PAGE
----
By Randy Williams
In "Driven," director Renny Harlin's
film about the world of open-wheel car racing, the stars include Sylvester Stallone (who
also wrote the screenplay), Gina Gershon, Estella Warren, Til Schweiger, Kip Pardue and
Burt Reynolds. But the marquee names take a back seat to the scene stealer already on view
in the movie's trailer -- the technology and ingenuity that created the spectacular
The crash sequence -- less than two minutes on screen -- is the technical centerpiece
of a film that, says Harlin, was designed to raise the bar once more for the constantly
evolving world of feature effects. "My goal was to do for car movies what 'The
Matrix' did for action movies, " the Finnish filmmaker says. "I wanted to
explore and define new ways of shooting and more than anything ... how to put the audience
in the driver's seat."
Harlin says he realized early on his temperamental star would demand teamwork, weeks of
planning and the specialized services of computer artists and technicians. Indeed, the
specific look the director wanted to achieve ruled out a number of traditional methods of
staging the crash.
Artists at visual effects house Pixel Magic produced
entirely computer generated visual effects shots for DRIVEN, including this shot from the
climactic 'Memo's Crash' sequence. Click on the image for a larger view.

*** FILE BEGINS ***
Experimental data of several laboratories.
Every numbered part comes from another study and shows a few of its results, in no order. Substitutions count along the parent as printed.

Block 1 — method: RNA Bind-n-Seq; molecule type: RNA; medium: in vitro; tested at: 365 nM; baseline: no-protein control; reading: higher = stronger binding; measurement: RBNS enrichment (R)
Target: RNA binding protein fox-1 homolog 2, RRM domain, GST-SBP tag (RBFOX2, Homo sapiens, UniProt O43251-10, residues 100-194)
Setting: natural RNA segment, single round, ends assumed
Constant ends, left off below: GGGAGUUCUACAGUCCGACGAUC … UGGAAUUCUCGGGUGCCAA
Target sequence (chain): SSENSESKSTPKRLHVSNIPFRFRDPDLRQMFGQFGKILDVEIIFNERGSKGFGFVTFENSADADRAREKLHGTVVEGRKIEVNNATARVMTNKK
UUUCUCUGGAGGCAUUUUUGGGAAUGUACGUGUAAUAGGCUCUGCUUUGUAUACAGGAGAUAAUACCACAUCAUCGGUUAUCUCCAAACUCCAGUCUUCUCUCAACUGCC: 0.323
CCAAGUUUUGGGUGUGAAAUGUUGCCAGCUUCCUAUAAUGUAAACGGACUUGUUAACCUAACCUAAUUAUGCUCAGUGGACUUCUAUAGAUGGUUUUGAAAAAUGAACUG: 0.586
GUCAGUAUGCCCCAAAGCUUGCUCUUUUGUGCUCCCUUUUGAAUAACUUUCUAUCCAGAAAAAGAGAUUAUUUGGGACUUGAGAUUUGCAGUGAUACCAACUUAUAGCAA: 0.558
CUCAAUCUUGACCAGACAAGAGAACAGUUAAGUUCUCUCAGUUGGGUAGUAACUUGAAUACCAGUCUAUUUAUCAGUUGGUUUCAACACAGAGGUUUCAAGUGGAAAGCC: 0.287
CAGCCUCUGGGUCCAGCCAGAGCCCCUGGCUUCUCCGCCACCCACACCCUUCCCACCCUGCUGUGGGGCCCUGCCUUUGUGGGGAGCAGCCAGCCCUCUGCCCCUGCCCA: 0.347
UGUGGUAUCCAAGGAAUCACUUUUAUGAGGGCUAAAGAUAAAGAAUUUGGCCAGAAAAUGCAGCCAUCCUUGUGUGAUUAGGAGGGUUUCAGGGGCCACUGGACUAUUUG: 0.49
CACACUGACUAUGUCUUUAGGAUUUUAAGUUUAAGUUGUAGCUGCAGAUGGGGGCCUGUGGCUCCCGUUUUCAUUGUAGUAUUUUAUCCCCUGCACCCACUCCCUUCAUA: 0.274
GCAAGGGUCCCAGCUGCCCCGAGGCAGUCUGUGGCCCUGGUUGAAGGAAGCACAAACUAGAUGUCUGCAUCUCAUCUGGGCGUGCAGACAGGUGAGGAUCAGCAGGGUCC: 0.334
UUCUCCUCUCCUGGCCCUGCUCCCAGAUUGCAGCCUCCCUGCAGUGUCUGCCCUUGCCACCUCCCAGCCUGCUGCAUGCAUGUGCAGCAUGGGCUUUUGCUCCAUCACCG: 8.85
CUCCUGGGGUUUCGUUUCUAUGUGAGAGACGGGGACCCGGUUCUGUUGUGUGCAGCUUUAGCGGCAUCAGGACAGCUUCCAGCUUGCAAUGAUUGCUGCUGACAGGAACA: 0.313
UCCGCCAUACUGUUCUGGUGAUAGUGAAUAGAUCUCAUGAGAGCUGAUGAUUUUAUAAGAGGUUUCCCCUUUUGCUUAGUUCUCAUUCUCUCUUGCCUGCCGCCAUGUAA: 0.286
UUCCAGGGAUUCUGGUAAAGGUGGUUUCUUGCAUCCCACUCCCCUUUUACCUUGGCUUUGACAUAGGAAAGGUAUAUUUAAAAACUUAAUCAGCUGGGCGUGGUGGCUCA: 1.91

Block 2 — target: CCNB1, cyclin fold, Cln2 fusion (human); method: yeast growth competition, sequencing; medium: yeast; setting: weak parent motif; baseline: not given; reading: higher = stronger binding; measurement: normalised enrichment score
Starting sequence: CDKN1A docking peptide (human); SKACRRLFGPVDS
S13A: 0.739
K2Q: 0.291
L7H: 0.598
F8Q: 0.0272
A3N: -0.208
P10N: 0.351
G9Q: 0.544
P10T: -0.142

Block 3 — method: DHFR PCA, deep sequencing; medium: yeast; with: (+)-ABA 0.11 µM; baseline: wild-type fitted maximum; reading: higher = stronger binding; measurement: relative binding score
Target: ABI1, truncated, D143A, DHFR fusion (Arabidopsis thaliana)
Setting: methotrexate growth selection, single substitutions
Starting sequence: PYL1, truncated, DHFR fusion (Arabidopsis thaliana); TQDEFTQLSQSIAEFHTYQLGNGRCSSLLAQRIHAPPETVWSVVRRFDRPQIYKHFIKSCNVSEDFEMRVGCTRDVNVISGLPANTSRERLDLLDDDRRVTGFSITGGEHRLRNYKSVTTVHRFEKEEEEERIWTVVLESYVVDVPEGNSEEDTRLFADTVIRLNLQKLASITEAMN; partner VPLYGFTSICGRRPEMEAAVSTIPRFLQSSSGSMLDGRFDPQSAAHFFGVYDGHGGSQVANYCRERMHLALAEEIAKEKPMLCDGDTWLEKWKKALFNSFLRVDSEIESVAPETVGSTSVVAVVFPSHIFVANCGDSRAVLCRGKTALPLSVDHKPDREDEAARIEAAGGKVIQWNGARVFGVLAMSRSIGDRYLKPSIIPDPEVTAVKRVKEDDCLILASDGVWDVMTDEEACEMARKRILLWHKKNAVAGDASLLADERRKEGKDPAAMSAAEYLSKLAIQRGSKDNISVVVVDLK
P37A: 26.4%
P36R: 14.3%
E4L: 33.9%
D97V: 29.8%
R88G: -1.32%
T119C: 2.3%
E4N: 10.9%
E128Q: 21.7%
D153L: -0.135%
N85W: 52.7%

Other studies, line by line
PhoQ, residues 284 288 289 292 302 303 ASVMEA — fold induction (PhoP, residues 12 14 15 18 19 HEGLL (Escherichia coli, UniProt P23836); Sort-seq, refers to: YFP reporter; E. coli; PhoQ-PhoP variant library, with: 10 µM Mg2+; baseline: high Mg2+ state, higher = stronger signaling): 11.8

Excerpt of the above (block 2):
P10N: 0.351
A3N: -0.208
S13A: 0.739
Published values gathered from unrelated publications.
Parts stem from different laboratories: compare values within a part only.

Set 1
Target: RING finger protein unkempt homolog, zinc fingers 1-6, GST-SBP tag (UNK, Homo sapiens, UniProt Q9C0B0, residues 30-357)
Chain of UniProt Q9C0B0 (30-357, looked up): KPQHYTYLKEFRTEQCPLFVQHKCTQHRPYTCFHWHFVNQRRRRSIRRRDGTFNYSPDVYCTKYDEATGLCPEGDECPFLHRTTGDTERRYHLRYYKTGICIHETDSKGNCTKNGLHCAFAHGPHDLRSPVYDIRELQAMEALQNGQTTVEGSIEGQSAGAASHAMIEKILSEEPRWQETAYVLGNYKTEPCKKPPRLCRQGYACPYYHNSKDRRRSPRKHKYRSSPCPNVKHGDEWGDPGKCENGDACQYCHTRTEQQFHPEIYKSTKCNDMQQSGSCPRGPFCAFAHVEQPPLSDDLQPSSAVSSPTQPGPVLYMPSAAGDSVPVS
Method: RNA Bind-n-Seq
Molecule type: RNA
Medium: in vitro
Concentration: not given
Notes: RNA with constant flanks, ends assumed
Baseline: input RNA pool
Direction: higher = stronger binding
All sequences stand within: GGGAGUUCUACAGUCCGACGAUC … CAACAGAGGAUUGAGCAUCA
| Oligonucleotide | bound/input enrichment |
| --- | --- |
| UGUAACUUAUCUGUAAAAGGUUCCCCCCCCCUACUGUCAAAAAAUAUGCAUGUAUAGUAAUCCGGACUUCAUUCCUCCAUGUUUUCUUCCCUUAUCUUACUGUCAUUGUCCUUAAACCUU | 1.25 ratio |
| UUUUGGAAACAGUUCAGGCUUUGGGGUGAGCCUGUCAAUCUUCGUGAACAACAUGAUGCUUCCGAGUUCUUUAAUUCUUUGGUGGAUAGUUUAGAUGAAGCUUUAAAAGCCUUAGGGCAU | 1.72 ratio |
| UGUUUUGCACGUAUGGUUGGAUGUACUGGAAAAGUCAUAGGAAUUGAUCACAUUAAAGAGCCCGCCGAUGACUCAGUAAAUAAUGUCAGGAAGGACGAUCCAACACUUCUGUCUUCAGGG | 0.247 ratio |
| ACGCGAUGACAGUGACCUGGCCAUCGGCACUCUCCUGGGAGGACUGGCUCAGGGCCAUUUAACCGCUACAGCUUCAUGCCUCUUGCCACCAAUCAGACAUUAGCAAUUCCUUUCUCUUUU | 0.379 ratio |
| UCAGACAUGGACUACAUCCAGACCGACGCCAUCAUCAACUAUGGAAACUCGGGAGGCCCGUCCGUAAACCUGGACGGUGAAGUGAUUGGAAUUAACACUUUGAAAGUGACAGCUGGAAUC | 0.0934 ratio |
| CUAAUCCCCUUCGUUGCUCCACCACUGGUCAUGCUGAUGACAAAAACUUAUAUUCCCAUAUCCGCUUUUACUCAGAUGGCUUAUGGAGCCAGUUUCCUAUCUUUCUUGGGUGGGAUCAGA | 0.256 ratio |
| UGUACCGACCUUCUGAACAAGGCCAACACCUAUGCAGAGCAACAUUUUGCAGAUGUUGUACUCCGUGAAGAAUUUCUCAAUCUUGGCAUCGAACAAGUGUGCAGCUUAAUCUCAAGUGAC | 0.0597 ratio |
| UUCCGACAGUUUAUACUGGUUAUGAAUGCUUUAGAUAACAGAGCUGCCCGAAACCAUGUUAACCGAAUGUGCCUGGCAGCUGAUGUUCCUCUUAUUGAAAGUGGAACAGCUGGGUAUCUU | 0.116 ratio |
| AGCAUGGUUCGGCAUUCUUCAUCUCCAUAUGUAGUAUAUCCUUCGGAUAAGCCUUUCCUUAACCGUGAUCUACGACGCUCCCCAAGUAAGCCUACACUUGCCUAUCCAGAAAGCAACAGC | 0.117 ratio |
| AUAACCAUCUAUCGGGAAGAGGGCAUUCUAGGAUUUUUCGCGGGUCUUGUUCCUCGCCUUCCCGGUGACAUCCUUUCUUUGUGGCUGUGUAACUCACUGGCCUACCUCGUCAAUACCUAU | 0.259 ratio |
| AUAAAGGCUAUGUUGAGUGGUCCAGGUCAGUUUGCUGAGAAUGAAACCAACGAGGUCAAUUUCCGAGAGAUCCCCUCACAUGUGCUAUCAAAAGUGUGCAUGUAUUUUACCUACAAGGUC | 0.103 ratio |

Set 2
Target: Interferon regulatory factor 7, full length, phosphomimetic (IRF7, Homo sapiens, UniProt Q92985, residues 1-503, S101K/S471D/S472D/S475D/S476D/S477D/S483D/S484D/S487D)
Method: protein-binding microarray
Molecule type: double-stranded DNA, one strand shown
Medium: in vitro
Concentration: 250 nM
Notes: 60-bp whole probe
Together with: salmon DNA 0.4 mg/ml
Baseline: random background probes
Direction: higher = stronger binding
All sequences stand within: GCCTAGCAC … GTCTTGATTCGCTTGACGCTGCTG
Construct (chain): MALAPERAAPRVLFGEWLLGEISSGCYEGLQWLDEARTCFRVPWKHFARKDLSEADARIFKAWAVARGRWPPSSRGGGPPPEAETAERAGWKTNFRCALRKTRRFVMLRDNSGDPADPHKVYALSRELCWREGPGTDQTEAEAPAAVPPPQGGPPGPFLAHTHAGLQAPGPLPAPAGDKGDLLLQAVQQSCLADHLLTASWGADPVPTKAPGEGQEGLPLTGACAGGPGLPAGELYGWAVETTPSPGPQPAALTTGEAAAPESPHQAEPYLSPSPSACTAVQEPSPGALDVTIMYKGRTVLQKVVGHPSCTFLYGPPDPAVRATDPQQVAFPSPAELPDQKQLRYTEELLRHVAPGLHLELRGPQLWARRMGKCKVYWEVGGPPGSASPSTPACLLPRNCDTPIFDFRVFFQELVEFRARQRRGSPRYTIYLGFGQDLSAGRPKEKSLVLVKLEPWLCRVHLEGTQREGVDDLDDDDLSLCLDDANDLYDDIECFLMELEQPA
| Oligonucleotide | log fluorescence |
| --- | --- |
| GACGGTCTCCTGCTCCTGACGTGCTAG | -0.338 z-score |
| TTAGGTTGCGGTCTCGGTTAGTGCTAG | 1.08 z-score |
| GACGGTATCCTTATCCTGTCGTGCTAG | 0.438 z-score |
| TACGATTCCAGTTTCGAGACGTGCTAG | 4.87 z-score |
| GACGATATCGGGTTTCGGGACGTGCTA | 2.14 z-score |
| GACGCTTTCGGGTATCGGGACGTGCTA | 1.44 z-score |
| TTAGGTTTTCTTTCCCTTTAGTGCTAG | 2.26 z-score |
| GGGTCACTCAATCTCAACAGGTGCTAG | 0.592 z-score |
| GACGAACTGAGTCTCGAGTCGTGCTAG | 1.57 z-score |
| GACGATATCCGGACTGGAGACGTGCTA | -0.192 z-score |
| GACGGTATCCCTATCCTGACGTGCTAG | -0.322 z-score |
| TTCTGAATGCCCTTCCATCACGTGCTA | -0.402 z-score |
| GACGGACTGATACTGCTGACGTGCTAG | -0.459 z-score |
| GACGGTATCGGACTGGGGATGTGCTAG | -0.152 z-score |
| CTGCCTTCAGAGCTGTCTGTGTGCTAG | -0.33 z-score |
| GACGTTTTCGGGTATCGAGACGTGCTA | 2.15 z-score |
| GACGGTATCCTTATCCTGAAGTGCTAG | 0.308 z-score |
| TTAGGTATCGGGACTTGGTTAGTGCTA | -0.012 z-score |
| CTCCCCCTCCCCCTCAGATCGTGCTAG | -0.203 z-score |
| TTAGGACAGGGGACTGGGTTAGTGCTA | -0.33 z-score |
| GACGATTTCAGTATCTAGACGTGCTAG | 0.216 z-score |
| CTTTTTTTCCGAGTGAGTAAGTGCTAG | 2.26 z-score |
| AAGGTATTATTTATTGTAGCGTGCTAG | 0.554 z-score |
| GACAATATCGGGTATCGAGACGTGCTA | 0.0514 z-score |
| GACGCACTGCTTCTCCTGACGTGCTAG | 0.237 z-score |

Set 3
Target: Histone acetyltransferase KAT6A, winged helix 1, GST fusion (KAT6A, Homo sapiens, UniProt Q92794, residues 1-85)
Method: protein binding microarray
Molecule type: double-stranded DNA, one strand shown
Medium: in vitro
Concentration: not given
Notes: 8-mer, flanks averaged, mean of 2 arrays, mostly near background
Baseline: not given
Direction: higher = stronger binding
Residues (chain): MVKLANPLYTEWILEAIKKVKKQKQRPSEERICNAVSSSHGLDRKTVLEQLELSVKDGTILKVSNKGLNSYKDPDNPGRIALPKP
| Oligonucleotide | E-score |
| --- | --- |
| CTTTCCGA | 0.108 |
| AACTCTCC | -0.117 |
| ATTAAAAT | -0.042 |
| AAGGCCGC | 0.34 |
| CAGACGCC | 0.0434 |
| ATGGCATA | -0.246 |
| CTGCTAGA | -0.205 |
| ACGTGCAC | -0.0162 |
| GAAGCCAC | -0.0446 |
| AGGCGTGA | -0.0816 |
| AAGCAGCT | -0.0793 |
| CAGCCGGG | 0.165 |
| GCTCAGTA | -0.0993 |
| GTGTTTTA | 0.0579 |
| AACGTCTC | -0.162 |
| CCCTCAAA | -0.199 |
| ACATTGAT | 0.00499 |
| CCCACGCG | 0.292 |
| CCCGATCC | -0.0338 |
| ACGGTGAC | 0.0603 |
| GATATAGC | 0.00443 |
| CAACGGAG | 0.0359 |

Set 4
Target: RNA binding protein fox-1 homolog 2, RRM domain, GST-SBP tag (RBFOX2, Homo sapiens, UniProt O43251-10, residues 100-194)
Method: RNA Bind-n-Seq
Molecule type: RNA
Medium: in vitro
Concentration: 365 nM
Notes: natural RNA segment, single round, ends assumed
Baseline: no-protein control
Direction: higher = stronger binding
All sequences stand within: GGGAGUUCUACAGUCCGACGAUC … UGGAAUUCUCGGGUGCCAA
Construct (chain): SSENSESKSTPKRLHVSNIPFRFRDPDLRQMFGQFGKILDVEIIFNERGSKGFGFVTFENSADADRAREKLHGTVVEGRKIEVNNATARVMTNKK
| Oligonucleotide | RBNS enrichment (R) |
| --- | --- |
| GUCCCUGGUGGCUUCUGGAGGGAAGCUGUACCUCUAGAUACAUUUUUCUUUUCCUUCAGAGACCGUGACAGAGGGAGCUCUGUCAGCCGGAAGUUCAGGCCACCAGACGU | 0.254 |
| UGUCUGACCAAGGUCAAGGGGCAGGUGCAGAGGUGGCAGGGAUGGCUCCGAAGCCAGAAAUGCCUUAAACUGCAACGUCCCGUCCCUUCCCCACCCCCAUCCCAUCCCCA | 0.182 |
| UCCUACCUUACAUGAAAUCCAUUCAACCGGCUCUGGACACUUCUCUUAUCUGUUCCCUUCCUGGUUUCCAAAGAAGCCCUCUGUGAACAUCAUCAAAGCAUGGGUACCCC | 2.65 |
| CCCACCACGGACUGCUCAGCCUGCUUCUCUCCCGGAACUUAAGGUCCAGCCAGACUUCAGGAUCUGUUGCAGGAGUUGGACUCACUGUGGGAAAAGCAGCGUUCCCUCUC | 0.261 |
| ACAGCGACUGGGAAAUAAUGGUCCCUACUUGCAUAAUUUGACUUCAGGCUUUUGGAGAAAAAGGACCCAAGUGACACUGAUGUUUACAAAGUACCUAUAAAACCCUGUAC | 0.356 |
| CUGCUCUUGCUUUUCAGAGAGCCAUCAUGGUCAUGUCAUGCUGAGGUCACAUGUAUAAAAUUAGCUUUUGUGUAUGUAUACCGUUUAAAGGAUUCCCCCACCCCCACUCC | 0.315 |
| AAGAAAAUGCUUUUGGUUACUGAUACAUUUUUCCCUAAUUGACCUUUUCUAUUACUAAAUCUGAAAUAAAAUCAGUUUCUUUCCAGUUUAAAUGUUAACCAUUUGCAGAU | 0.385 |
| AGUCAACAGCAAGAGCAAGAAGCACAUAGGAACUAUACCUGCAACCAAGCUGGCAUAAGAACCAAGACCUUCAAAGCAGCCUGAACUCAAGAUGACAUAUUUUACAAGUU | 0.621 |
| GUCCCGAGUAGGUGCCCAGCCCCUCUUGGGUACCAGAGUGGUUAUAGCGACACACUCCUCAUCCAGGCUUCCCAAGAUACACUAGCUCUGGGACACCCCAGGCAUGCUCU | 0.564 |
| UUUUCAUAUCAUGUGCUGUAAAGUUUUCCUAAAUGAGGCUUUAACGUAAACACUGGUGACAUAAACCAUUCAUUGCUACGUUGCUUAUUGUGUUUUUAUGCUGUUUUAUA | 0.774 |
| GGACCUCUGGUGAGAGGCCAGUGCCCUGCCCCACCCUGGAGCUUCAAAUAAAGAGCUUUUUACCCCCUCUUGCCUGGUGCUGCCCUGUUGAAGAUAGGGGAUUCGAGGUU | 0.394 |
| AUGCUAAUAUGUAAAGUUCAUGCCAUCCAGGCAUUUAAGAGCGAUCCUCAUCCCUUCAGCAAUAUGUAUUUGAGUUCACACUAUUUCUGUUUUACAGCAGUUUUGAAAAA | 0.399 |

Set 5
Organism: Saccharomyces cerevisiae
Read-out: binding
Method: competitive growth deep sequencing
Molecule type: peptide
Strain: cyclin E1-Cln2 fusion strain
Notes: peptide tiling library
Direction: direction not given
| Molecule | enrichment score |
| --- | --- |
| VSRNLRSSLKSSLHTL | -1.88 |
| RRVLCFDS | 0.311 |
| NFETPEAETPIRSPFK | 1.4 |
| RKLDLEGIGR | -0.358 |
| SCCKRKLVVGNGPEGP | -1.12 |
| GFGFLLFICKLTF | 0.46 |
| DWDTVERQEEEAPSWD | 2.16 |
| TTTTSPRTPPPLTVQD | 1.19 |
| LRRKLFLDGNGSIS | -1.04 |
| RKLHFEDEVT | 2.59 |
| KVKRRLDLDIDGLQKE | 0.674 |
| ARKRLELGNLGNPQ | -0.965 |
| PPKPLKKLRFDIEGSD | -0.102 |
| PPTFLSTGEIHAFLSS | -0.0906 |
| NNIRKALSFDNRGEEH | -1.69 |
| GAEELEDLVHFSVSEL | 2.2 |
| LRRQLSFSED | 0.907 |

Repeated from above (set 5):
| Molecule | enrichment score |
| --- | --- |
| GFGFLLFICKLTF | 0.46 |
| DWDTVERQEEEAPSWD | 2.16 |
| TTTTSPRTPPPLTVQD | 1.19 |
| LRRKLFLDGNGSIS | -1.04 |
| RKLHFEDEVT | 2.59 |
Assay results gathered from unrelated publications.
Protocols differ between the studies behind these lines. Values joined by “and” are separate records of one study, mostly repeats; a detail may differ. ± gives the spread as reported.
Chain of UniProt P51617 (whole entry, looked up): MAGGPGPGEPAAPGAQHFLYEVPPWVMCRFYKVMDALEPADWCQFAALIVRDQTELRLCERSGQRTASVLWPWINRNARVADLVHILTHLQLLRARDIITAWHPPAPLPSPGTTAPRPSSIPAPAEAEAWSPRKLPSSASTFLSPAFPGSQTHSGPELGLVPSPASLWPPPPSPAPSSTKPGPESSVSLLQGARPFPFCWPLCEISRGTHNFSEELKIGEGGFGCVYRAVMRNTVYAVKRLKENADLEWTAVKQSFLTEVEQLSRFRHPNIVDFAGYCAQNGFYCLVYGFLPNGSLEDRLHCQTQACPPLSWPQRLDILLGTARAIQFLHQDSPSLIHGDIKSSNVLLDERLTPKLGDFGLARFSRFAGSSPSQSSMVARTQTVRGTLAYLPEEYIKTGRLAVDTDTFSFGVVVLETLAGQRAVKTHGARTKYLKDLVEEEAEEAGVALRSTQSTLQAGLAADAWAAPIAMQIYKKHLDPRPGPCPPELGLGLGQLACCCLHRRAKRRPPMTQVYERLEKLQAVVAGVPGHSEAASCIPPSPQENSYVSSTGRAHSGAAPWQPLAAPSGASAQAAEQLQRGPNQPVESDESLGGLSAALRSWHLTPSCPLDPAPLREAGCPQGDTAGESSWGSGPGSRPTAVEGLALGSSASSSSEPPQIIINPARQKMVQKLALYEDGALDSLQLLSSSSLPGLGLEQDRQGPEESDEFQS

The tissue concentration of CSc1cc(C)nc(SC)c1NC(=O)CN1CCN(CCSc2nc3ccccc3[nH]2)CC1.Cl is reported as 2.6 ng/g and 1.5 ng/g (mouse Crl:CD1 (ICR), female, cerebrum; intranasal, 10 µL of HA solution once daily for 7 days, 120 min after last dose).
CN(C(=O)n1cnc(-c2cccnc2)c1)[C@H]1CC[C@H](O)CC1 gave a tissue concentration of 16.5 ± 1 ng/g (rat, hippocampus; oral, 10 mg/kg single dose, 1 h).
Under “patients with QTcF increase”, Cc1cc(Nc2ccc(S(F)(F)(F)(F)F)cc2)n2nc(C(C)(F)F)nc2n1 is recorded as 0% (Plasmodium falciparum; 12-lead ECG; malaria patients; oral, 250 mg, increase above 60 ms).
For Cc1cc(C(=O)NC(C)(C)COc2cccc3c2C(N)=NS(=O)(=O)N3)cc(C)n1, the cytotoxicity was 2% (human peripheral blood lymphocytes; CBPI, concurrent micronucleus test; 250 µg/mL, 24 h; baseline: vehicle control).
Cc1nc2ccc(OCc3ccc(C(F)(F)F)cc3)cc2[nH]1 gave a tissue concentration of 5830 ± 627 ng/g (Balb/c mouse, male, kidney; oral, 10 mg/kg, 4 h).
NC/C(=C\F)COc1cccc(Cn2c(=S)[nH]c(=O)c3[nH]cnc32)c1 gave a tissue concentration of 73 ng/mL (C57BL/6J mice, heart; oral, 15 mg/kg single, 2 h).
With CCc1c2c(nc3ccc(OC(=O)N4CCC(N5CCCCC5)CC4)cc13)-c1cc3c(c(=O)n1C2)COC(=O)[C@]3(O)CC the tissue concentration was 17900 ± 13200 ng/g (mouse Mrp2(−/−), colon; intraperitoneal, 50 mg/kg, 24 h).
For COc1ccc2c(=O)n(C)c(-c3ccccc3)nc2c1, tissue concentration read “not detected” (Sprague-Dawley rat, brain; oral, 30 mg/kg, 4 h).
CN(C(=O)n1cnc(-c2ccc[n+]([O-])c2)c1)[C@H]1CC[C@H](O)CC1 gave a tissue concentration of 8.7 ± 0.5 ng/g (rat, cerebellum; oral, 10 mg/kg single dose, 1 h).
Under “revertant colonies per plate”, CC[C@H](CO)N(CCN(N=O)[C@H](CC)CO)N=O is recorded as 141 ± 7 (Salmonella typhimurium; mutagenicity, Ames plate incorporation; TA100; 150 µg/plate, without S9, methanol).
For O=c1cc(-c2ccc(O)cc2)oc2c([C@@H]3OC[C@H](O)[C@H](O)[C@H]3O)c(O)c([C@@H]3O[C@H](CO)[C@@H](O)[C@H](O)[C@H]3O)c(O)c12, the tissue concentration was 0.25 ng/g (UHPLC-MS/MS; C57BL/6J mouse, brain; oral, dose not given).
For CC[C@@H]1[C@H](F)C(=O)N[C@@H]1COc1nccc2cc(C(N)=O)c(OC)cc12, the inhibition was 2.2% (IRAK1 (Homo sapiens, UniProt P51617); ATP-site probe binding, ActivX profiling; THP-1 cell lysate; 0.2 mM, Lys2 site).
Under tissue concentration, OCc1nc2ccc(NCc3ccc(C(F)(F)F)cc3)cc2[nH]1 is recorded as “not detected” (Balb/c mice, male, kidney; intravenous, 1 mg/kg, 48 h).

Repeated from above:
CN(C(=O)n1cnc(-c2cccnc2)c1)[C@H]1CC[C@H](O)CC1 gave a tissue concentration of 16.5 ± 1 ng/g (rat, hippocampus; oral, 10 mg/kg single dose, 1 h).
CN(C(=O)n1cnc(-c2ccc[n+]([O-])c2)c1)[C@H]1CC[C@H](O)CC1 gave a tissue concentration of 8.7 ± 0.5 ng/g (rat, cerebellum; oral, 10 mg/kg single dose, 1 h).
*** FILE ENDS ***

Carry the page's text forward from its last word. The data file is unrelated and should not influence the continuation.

Stunt drivers could not be employed because open-cockpit race cars afford them no real
protection in a crash. Radio-controlled vehicles were equally problematic. Although a
remote-control system was devised to crash cars traveling more than 100 mph, the signal
could be interrupted by a kid with a walkie-talkie who happened to be in the area using
the same wavelength.
It was Harlin's effects coordinator Brian Jennings who came up with a viable solution.
He fashioned a complex pulley system that could tow a car rigged with explosives and
breakaway parts at a very high speed to a designated mark, where it could be detonated.
Nearly two dozen of the crash cars were constructed, but the real trick was to get the
fabricated vehicles to break up precisely as a real one would. "Renny worked it out
with a physicist," Stallone says, "that if a car was stalled on the track and
another one hit it at 200 mph, the end result would be that it would fly eight stories in
the air and travel nearly 400 feet. It would have that kind of reaction."
Shot on a test track in Montreal using as many as 16 cameras, Harlin captured the Memo
crash (named after a character in the film) from every conceivable angle. The director
used Rollvision -- a remote-controlled camera head that can tilt 180 degrees as well as
roll and pan 360 degrees -- along with a very small camera called the Eyemo, which was
rigged to a car's suspension for a fast-moving perspective.
"In terms of the shooting and editing style, Renny wanted a very real and raw feel
using lots of cameras and (he was) not particular about perfect focus," Jennings
says. "It is in some ways like a documentary, real-life feel so that you're in the
car and things are shaking and not perfect."
Only two of the ten racecars featured in this shot actually
exist in real life. All other elements of the shot (eight racecars, shadows, tire and
engine smoke) is computer generated. Click on the photo for a larger image.